Last week, the company presented a three-pronged strategy to boost revenues to pre-mobile era figures. Through exploiting e-Commerce, money transfer and a digital home delivery system for letters and parcels, the firm is expecting to grow revenues to Sh14 billion by 2018.
Other innovative services on offer include the provision of relocation services — primarily targeted at university students travelling home for the holidays. PCK will pick students’ luggage from hostels, and drop it at post offices nearest to them.
However, with new service providers being licensed each year, the State mail service is struggling to turn a profit as margins remain depressed and costs pile up.
Further, the new Companies Act removes the necessity for companies to send paper mail as correspondence to shareholders and customers, taking away a huge chunk of PCK’s revenue stream.
The Government’s adoption of digital payments and processes, including among utility companies, has also led to a drastic cut in the amount of paper mail changing hands.
The focus is now turning to the possibility of privatising the institution, as was the intention 20 years ago.
Kenya’s communications system was liberalised in 1998 in line with recommendations from the International Monetary Fund (IMF).
The idea was to limit State involvement in the economy, which was seen as a major factor behind the country’s economic slump in the late 80s and 90s.
The Kenya Posts and Telecommunications Corporation (KPTC) was thus split into three entities: Telkom Kenya, Communications Commission of Kenya (now CA) and PCK.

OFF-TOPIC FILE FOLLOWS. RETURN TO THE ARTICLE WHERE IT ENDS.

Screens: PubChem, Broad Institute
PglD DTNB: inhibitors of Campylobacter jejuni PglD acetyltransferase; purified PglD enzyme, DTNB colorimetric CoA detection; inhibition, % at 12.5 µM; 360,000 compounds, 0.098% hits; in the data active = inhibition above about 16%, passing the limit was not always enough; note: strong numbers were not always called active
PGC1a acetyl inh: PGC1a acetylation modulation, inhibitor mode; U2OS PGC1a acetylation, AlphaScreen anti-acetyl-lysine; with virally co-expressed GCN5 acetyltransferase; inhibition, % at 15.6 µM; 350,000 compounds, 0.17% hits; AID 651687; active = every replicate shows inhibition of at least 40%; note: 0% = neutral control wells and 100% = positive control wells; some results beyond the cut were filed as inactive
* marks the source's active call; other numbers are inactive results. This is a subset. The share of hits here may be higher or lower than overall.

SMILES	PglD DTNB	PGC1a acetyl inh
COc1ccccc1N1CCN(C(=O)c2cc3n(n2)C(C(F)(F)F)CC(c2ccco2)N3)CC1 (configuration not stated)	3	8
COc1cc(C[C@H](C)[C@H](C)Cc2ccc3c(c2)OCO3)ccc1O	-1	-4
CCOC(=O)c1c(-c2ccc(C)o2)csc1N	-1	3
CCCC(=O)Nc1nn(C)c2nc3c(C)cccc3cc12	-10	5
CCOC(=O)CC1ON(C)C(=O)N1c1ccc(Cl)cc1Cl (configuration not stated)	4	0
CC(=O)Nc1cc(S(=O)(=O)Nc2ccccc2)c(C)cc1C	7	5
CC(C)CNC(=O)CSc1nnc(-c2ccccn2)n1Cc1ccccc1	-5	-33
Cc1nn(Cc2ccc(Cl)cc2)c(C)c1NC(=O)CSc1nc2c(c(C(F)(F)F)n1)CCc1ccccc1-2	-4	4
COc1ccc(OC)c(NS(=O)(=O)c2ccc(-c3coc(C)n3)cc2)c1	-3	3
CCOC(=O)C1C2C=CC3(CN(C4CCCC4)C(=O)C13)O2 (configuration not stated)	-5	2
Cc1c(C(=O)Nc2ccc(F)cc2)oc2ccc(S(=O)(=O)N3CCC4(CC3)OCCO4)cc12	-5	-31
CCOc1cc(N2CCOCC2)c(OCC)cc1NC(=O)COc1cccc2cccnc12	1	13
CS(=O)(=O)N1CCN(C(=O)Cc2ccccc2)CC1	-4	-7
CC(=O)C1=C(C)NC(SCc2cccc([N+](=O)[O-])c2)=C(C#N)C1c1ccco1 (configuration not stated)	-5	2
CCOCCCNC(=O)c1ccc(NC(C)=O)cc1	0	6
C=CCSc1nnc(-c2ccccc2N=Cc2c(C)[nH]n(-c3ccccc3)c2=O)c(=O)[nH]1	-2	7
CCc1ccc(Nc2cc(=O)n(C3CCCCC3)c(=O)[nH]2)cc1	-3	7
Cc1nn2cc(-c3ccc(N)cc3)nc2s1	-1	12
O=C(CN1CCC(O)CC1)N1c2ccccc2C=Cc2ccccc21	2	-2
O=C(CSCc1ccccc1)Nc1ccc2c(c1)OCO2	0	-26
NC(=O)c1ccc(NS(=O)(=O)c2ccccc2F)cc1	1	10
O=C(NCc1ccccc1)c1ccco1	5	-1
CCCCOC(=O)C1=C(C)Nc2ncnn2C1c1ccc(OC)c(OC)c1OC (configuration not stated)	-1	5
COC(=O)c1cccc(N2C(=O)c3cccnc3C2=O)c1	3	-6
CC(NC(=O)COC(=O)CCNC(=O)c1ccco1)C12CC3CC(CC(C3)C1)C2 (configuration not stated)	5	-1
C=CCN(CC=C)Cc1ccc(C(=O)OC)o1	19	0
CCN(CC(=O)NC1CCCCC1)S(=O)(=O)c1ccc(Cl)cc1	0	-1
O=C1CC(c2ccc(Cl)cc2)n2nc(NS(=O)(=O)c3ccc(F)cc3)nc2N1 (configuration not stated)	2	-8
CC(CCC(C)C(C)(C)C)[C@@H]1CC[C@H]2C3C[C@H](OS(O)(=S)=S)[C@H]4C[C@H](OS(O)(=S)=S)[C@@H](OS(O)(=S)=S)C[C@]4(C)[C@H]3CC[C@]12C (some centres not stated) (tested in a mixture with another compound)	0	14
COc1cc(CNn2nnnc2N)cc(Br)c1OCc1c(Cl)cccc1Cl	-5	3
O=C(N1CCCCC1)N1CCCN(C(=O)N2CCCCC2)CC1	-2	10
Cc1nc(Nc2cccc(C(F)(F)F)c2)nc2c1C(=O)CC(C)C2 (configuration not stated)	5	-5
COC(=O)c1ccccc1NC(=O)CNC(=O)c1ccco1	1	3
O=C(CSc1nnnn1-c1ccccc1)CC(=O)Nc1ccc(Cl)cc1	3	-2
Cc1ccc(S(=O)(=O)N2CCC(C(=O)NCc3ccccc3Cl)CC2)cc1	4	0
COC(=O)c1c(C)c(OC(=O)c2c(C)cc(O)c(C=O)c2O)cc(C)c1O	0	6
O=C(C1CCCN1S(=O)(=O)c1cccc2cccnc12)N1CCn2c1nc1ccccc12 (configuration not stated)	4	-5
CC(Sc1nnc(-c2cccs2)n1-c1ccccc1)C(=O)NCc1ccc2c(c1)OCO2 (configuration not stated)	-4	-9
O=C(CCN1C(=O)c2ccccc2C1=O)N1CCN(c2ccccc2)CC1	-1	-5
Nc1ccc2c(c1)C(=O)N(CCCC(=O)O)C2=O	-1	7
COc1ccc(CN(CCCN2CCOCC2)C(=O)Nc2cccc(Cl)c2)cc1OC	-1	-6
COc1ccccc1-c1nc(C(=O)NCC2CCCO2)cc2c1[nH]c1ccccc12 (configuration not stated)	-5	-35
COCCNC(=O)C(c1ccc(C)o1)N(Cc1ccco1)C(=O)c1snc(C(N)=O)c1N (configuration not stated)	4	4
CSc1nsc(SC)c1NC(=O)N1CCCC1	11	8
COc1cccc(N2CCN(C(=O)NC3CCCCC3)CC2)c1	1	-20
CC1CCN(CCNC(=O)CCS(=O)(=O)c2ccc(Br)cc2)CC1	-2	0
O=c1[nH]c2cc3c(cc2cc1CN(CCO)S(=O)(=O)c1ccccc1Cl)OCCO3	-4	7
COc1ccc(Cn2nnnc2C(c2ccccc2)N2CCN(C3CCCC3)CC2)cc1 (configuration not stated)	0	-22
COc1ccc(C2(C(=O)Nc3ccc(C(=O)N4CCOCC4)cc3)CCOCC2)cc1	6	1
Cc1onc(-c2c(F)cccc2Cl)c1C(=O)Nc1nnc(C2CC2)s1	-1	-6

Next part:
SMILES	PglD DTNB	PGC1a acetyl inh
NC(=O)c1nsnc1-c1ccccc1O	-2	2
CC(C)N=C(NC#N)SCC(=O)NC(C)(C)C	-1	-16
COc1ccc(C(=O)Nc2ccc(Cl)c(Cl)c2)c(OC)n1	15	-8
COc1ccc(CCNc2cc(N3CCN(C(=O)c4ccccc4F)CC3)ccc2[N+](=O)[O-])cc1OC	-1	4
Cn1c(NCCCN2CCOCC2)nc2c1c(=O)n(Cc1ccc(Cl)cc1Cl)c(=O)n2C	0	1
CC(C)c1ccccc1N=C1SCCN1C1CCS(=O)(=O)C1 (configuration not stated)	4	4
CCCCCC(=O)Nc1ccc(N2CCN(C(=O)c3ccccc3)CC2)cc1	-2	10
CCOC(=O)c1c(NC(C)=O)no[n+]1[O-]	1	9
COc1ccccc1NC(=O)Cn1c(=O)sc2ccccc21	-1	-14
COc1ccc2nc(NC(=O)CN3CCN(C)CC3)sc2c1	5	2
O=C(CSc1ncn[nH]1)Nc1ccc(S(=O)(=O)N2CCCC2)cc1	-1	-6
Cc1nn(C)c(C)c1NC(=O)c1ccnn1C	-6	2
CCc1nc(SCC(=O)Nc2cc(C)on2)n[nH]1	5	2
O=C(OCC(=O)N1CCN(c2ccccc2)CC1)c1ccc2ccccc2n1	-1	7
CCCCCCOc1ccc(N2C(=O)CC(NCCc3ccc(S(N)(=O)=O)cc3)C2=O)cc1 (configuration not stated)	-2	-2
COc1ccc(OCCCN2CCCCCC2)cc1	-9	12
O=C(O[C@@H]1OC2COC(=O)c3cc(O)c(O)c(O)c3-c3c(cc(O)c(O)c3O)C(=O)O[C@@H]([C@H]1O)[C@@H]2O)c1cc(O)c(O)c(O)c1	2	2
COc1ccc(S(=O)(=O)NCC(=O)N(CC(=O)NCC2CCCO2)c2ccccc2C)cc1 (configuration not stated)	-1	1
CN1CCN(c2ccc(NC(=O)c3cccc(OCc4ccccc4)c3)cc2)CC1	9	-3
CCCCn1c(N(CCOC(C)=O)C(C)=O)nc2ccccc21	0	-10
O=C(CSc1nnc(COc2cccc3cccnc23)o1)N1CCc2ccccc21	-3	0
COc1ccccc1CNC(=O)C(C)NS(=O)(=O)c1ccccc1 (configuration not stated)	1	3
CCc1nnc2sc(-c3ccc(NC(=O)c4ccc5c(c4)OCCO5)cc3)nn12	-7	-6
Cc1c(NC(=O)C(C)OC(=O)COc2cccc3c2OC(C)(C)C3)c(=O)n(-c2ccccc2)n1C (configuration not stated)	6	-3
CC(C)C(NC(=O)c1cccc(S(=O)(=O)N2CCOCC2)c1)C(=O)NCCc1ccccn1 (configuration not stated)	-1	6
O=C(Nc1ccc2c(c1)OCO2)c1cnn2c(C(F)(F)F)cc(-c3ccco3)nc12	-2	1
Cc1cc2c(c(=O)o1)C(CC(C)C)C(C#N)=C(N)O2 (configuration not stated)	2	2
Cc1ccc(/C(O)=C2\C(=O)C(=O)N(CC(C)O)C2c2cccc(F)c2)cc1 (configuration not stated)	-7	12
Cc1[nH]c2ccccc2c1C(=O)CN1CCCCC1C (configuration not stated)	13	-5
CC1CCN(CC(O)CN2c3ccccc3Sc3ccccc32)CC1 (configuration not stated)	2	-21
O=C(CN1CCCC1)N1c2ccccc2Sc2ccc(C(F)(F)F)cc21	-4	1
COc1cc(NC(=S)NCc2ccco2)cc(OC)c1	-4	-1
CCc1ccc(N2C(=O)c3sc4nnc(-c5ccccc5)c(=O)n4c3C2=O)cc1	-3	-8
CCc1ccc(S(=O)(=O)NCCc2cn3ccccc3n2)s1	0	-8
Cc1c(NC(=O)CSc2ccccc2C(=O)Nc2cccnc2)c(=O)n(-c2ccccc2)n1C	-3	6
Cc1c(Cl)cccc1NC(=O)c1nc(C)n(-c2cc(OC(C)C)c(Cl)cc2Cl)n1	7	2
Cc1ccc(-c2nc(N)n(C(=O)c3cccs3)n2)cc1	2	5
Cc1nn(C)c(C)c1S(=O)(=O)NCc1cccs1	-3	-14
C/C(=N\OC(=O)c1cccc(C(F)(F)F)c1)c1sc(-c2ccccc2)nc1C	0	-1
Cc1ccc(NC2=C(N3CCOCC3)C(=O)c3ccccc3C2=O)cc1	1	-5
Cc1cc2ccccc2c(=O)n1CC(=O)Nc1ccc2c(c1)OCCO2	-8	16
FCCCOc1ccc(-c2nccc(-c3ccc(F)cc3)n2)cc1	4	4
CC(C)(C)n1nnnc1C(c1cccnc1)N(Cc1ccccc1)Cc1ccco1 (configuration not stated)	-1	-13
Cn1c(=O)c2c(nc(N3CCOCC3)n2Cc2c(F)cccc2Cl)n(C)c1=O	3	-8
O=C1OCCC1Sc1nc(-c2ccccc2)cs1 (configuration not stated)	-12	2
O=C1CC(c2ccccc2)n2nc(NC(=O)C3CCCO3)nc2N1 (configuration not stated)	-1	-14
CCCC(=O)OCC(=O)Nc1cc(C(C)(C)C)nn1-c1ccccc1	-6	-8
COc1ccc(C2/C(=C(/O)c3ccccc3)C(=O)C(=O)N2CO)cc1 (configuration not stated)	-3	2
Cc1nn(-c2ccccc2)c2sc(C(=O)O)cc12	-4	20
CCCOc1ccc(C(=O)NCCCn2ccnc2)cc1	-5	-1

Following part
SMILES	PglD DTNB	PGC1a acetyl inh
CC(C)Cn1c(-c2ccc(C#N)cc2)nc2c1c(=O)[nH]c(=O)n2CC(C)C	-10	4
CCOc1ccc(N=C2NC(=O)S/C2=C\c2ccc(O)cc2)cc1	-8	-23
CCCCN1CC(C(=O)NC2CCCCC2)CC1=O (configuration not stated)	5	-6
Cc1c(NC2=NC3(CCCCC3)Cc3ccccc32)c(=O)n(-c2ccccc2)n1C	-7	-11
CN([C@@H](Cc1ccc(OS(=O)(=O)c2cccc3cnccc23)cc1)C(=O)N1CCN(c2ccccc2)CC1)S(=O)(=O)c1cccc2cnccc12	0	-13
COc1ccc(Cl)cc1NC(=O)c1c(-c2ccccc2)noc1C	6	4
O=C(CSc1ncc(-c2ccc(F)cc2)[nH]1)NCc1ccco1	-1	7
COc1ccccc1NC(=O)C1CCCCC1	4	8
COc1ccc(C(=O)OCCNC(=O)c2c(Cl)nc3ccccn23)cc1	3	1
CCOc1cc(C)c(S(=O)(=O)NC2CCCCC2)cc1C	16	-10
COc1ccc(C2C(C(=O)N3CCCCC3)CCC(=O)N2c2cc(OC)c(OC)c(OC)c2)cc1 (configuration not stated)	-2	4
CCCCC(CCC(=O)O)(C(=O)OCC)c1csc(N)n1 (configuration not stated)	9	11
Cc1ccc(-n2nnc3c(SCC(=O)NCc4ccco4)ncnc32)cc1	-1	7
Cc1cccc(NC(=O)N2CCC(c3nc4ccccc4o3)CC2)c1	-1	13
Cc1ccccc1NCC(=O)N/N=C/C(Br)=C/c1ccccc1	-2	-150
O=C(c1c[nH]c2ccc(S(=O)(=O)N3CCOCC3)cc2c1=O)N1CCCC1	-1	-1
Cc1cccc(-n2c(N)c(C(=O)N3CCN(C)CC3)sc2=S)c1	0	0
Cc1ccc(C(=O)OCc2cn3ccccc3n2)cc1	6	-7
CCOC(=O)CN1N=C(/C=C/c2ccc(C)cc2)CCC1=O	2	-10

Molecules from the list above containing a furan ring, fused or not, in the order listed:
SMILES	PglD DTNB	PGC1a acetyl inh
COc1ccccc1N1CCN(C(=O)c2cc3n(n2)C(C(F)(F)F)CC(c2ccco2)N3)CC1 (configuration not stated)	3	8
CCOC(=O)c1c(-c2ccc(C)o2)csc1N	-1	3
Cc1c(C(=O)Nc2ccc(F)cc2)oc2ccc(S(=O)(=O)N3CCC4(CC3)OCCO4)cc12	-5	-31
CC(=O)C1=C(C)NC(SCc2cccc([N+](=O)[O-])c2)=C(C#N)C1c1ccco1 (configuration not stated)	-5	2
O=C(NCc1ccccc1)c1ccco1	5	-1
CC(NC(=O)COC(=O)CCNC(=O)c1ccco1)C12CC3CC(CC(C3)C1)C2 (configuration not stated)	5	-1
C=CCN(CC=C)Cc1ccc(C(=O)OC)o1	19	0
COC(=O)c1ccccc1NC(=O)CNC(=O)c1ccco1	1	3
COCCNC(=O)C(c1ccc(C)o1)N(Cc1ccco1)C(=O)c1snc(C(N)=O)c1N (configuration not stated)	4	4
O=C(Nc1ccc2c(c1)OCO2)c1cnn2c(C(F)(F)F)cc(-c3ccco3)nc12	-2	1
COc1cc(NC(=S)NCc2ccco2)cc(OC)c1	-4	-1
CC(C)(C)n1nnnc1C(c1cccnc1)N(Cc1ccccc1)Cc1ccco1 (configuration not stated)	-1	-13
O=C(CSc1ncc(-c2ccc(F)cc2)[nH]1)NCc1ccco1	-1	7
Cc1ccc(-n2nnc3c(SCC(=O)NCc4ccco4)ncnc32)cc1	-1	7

“Legislation will be presented to Parliament in March 1996 seeking to split KPTC into three separate entities: posts, telecommunications and a regulatory authority,” reads the Kenya economic reforms policy framework dated 1996.
“The Government will open to outside investors at least 30 per cent of the capital of the new telecommunications entity through the participation of a strategic investor and through public flotation. The entity will also engage in joint ventures with private investors in activities such as cellular telephones,” the paper reads.
While significant developments have been realised in the other former affiliates — Telkom Kenya (and by extension Safaricom) and CA — PCK remains the only communications organ yet to embrace new-age business models, and finds itself stuck in a legislative regime set up before mobile phones were a reality.
Dr Kinara said there is no case to be made for the privatisation of the country’s postal system, and that the current challenges are just a bump in the road.
“The challenges we are having will not be solved by privatisation, and I believe that with the strategy we have spelt out, we are awake to exploit the digital opportunities available,” he said.
Kinara added that the postal system in developed markets like the United States are state run and face the same challenges, but still manage to adapt and run viably.
“What we need is to have the Government step in and help cushion the firm against high infrastructure costs,” he said.
“The national addressing system is an infrastructure amenity just like the port and the SGR. Why should we have a strong port and rail system while we do not have the network to deliver goods to businesses and homes at the last mile?”